Tag Archives: green

1/3 Oklahoma’s Budget Dedicated to Corporate Incentive Payouts

The New Economy-How do we like it so far?

The New Economy-How do we like it so far?

Kaye Beach

Dec. 3, 2012

Welcome to the New Economy!

The New York Times spent 10 months investigating business incentives awarded by hundreds of cities, counties and states. Since there is no nationwide accounting of these incentives, The Times put together a database and found that local governments give up:

  • $80.3 billion in incentives each year
  • 1,874 No. of program

Check out the interactive map that shows spending incentive spending state by state here

Oklahoma

Oklahoma spends at least $2.19 billion per year on incentive programs, according to the most recent data available. That is roughly:

  • $584 per capita
  • 37¢ per dollar of state budget

Read more about Oklahoma

Here is the NYT accompanying news report;

Tax Incentives to Companies Bleeding Towns Dry, With Few Results

Sunday, 02 December 2012 09:51 By Louise Story, The New York Times News Service | Report

In the end, the money that towns across America gave General Motors did not matter.

When the automaker released a list of factories it was closing during bankruptcy three years ago, communities that had considered themselves G.M.’s business partners were among the targets.

For years, mayors and governors anxious about local jobs had agreed to G.M.’s demands for cash rewards, free buildings, worker training and lucrative tax breaks. As late as 2007, the company was telling local officials that these sorts of incentives would “further G.M.’s strong relationship” with them and be a “win/win situation,” according to town council notes from one Michigan community.

Yet at least 50 properties on the 2009 liquidation list were in towns and states that had awarded incentives, adding up to billions in taxpayer dollars, according to data compiled by The New York Times.

Some officials, desperate to keep G.M., offered more. Ohio was proposing a $56 million deal to save its Moraine plant, and Wisconsin, fighting for its Janesville factory, offered $153 million.

But their overtures were to no avail. G.M. walked away and, thanks to a federal bailout, is once again profitable. The towns have not been so fortunate, having spent scarce funds in exchange for thousands of jobs that no longer exist.

One township, Ypsilanti, Mich., is suing over the automaker’s departure. “You can’t just make these promises and throw them around like they’re spare change in the drawer,” said Doug Winters, the township’s attorney.

Yet across the country, companies have been doing just that. And the giveaways are adding up to a gigantic bill for taxpayers.

A Times investigation has examined and tallied thousands of local incentives granted nationwide and has found that states, counties and cities are giving up more than $80 billion each year to companies. The beneficiaries come from virtually every corner of the corporate world, encompassing oil and coal conglomerates, technology and entertainment companies, banks and big-box retail chains.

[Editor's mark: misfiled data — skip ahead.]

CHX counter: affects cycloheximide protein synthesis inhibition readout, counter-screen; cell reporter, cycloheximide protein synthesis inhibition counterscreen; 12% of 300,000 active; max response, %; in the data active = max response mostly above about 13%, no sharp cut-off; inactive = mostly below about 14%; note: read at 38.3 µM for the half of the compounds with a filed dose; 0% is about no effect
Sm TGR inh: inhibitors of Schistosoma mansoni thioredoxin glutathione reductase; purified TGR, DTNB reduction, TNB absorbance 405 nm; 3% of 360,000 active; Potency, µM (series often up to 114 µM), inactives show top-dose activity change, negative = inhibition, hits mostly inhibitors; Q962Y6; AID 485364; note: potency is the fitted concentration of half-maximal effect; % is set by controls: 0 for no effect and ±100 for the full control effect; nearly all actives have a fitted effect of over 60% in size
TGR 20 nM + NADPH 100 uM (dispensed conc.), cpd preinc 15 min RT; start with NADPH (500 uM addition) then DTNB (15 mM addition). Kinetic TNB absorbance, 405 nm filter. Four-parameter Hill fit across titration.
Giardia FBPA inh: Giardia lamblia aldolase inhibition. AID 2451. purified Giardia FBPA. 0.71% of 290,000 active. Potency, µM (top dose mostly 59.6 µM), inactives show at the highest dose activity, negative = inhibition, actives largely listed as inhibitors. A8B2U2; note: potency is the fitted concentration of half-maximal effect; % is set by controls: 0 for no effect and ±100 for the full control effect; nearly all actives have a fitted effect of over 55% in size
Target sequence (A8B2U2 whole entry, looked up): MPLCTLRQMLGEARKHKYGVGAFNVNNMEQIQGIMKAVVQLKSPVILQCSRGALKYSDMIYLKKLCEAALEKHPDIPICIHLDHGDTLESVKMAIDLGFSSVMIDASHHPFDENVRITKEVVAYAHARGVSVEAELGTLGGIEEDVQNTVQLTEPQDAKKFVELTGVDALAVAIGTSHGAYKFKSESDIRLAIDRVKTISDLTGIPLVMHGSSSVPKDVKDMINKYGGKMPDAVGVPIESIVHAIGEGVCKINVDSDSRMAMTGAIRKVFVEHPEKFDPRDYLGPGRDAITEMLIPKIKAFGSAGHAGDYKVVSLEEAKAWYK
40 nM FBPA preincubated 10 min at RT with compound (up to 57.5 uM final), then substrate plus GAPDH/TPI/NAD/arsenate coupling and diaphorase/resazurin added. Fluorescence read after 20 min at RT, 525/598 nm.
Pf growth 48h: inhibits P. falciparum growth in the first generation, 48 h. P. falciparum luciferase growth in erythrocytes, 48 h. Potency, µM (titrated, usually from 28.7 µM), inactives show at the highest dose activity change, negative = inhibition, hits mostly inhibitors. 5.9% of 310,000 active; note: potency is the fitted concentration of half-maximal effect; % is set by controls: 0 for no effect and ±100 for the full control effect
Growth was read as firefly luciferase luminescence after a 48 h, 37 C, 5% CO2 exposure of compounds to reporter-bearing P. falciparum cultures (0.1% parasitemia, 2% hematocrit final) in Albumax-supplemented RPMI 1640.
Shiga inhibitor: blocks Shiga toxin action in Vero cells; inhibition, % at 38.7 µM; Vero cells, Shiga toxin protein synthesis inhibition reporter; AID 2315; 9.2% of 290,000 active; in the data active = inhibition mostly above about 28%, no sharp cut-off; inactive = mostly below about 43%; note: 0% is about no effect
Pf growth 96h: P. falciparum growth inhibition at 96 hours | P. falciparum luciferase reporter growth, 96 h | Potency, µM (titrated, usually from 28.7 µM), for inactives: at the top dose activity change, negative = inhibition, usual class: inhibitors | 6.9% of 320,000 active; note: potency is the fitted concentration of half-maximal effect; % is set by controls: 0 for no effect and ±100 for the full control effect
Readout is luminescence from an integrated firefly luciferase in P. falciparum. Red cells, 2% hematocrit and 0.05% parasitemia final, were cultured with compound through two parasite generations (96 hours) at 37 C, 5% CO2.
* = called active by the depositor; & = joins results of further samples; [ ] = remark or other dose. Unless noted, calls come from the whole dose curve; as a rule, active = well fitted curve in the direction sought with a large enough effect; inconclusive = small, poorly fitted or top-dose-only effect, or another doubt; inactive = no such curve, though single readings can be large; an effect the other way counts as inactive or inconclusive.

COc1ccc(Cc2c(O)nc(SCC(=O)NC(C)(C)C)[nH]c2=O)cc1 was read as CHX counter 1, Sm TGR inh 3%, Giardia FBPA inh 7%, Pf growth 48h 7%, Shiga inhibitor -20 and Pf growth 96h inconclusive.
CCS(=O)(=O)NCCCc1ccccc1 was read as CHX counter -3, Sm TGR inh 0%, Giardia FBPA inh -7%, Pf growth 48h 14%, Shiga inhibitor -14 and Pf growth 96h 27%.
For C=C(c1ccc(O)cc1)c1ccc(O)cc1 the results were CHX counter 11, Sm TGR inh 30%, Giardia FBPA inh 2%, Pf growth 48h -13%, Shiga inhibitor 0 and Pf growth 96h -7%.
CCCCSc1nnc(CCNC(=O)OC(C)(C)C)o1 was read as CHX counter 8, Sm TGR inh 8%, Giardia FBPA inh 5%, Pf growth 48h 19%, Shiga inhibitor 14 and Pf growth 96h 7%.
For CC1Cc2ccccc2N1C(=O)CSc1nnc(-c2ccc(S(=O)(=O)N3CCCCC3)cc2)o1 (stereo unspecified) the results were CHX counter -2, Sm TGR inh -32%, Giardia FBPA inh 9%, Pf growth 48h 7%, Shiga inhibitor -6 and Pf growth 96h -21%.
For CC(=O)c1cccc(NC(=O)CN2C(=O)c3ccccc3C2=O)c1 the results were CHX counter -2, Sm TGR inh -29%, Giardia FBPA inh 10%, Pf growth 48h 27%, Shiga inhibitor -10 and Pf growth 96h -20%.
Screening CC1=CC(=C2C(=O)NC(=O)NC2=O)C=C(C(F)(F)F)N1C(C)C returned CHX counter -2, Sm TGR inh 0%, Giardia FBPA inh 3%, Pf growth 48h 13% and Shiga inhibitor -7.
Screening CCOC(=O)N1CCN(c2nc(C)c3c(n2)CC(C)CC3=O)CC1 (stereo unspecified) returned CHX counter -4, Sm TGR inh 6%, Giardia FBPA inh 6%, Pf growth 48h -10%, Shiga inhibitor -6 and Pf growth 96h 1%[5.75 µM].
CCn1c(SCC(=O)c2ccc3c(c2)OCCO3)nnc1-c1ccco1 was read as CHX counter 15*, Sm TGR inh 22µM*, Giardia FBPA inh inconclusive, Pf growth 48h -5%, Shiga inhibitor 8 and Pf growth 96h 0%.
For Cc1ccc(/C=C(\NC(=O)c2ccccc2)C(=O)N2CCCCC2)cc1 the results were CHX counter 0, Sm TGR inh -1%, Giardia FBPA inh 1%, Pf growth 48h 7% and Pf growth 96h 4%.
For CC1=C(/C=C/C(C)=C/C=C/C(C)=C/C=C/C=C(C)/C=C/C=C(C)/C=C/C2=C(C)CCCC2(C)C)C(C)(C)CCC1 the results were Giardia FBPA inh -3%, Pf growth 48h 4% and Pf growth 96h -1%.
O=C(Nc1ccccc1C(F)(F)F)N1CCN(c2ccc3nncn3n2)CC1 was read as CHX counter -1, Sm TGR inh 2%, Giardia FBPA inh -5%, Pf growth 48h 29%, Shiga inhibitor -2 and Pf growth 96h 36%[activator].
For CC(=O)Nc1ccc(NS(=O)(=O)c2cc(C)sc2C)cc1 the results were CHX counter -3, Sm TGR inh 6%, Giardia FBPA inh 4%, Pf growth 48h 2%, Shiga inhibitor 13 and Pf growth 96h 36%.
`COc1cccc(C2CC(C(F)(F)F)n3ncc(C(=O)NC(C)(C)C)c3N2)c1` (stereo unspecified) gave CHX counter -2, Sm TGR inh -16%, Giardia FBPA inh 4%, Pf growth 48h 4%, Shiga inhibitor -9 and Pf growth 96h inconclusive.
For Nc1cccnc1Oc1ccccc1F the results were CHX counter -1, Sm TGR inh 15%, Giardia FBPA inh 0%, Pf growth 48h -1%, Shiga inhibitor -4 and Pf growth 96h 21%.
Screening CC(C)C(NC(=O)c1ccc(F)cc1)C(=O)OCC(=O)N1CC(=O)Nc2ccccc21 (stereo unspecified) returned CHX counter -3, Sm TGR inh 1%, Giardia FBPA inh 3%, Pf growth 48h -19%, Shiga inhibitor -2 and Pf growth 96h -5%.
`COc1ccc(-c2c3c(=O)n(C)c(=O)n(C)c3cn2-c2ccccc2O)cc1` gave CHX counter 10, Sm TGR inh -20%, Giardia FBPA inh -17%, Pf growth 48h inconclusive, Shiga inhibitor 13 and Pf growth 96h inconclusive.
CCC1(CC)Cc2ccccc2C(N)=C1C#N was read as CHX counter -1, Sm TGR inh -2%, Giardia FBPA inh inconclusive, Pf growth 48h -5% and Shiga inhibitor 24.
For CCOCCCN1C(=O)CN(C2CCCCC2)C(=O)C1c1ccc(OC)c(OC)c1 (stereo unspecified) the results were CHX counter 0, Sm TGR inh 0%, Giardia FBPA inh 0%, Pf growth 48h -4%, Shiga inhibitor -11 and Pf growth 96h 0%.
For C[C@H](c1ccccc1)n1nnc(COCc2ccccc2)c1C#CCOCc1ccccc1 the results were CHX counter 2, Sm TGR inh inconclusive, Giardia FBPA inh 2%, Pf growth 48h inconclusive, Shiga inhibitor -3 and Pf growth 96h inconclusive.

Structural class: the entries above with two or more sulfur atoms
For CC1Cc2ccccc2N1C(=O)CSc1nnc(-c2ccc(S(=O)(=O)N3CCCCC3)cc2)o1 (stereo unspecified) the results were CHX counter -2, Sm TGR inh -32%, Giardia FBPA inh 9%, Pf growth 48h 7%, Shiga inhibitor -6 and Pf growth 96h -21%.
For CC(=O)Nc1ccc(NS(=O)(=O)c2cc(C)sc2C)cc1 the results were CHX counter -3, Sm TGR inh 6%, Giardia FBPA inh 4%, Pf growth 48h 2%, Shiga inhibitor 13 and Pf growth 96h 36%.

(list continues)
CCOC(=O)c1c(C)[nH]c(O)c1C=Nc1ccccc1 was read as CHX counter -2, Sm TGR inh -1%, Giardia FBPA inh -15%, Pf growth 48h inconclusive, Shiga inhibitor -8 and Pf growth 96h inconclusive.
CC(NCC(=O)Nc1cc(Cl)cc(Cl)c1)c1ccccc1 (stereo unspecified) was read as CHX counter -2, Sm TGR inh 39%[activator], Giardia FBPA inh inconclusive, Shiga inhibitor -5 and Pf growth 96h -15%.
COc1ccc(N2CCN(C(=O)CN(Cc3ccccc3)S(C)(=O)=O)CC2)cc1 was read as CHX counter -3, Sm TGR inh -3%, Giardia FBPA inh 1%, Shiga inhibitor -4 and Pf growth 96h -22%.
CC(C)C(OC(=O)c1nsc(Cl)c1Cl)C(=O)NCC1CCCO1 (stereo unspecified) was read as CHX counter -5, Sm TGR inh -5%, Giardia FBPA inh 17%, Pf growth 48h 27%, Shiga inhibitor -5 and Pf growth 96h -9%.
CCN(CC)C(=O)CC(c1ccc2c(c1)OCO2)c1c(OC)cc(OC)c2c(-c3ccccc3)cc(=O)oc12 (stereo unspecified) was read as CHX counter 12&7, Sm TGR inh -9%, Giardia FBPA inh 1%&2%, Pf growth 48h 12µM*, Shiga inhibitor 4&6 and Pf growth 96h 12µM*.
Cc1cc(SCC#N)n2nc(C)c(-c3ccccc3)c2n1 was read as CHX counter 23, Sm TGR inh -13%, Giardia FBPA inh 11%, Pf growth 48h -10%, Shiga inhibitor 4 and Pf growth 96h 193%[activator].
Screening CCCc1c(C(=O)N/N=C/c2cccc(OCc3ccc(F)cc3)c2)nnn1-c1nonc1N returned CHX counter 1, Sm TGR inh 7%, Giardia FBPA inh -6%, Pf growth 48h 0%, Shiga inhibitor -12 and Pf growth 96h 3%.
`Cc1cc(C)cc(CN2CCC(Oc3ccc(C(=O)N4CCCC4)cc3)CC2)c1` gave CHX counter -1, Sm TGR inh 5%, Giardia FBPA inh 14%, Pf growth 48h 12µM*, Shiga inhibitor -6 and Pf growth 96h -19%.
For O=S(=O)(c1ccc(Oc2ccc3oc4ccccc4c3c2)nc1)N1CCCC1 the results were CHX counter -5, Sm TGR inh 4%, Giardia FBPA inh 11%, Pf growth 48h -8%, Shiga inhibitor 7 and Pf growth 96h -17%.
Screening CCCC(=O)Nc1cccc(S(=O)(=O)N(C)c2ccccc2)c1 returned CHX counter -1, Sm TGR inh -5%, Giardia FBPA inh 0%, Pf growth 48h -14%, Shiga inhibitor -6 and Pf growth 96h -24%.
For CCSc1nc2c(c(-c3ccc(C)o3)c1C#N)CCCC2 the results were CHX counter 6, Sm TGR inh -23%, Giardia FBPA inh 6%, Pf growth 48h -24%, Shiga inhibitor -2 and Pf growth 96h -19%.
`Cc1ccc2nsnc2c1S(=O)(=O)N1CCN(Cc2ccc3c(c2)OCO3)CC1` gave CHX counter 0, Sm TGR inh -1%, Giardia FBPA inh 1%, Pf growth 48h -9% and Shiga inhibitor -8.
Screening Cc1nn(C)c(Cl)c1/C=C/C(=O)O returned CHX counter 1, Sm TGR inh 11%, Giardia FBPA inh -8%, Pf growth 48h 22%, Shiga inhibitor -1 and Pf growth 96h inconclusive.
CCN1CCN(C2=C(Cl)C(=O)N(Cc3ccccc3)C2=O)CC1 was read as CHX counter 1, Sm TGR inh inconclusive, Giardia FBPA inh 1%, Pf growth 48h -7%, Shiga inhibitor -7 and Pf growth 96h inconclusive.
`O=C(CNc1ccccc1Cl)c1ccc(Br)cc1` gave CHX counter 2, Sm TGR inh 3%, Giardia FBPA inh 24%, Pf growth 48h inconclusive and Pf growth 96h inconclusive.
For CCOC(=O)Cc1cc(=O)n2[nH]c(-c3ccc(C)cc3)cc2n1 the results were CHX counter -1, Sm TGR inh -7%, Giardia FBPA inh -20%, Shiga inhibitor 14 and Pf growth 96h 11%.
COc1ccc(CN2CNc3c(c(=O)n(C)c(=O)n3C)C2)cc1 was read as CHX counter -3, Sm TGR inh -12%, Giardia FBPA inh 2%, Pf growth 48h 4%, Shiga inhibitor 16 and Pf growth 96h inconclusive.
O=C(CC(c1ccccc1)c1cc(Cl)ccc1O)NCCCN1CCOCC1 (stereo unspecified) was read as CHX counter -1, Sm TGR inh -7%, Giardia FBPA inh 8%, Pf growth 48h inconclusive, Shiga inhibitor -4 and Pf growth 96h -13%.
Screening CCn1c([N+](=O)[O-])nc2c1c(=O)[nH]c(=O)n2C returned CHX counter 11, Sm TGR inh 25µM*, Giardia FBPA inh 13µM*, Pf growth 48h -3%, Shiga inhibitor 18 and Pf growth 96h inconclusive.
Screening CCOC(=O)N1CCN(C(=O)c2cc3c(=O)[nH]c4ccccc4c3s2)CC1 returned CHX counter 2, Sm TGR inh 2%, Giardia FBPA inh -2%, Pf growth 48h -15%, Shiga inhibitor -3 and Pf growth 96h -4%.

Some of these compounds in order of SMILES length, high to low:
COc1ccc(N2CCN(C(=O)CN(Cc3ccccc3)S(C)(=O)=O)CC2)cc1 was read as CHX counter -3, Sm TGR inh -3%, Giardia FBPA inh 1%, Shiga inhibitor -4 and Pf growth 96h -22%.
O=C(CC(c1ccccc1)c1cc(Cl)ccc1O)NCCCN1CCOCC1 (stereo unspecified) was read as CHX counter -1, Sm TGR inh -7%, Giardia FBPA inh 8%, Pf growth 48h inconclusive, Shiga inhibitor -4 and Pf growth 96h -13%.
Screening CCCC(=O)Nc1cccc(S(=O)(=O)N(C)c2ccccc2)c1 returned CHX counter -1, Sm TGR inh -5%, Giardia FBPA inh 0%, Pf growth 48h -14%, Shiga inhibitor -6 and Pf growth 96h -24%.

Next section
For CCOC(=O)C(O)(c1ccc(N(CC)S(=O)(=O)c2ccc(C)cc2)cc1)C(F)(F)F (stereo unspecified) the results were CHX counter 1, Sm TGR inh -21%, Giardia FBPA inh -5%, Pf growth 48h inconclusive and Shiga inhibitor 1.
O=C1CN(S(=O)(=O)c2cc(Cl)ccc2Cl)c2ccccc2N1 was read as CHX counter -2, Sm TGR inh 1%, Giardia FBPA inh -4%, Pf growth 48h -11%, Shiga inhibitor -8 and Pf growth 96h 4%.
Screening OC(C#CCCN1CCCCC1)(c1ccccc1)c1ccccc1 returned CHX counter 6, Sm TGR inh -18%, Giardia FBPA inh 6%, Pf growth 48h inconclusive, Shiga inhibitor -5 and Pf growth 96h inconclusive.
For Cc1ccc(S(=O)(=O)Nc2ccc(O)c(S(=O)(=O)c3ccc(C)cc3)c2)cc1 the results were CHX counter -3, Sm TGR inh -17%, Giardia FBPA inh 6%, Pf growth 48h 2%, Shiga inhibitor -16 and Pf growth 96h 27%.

The cost of the awards is certainly far higher. A full accounting, The Times discovered, is not possible because the incentives are granted by thousands of government agencies and officials, and many do not know the value of all their awards. Nor do they know if the money was worth it because they rarely track how many jobs are created. Even where officials do track incentives, they acknowledge that it is impossible to know whether the jobs would have been created without the aid.

“How can you even talk about rationalizing what you’re doing when you don’t even know what you’re doing?” said Timothy J. Bartik, a senior economist at the W.E. Upjohn Institute for Employment Research in Kalamazoo, Mich.

The Times analyzed more than 150,000 awards and created a searchable database of incentive spending. The survey was supplemented by interviews with more than 100 officials in government and business organizations as well as corporate executives and consultants.

A portrait arises of mayors and governors who are desperate to create jobs, outmatched by multinational corporations and short on tools to fact-check what companies tell them. Many of the officials said they feared that companies would move jobs overseas if they did not get subsidies in the United States.

Over the years, corporations have increasingly exploited that fear, creating a high-stakes bazaar where they pit local officials against one another to get the most lucrative packages. States compete with other states, cities compete with surrounding suburbs, and even small towns have entered the race with the goal of defeating their neighbors.

While some jobs have certainly migrated overseas, many companies receiving incentives were not considering leaving the country, according to interviews and incentive data.

Read more

Environmental justice?

Kaye Beach

June 24, 2012

If you read many government policy papers you will invariably encounter any number of catchphrases that you have no earthy idea what they mean.  Case in point, I keep stumbling upon the phrase ‘Environmental Justice.’  It sounds nice but what does it mean?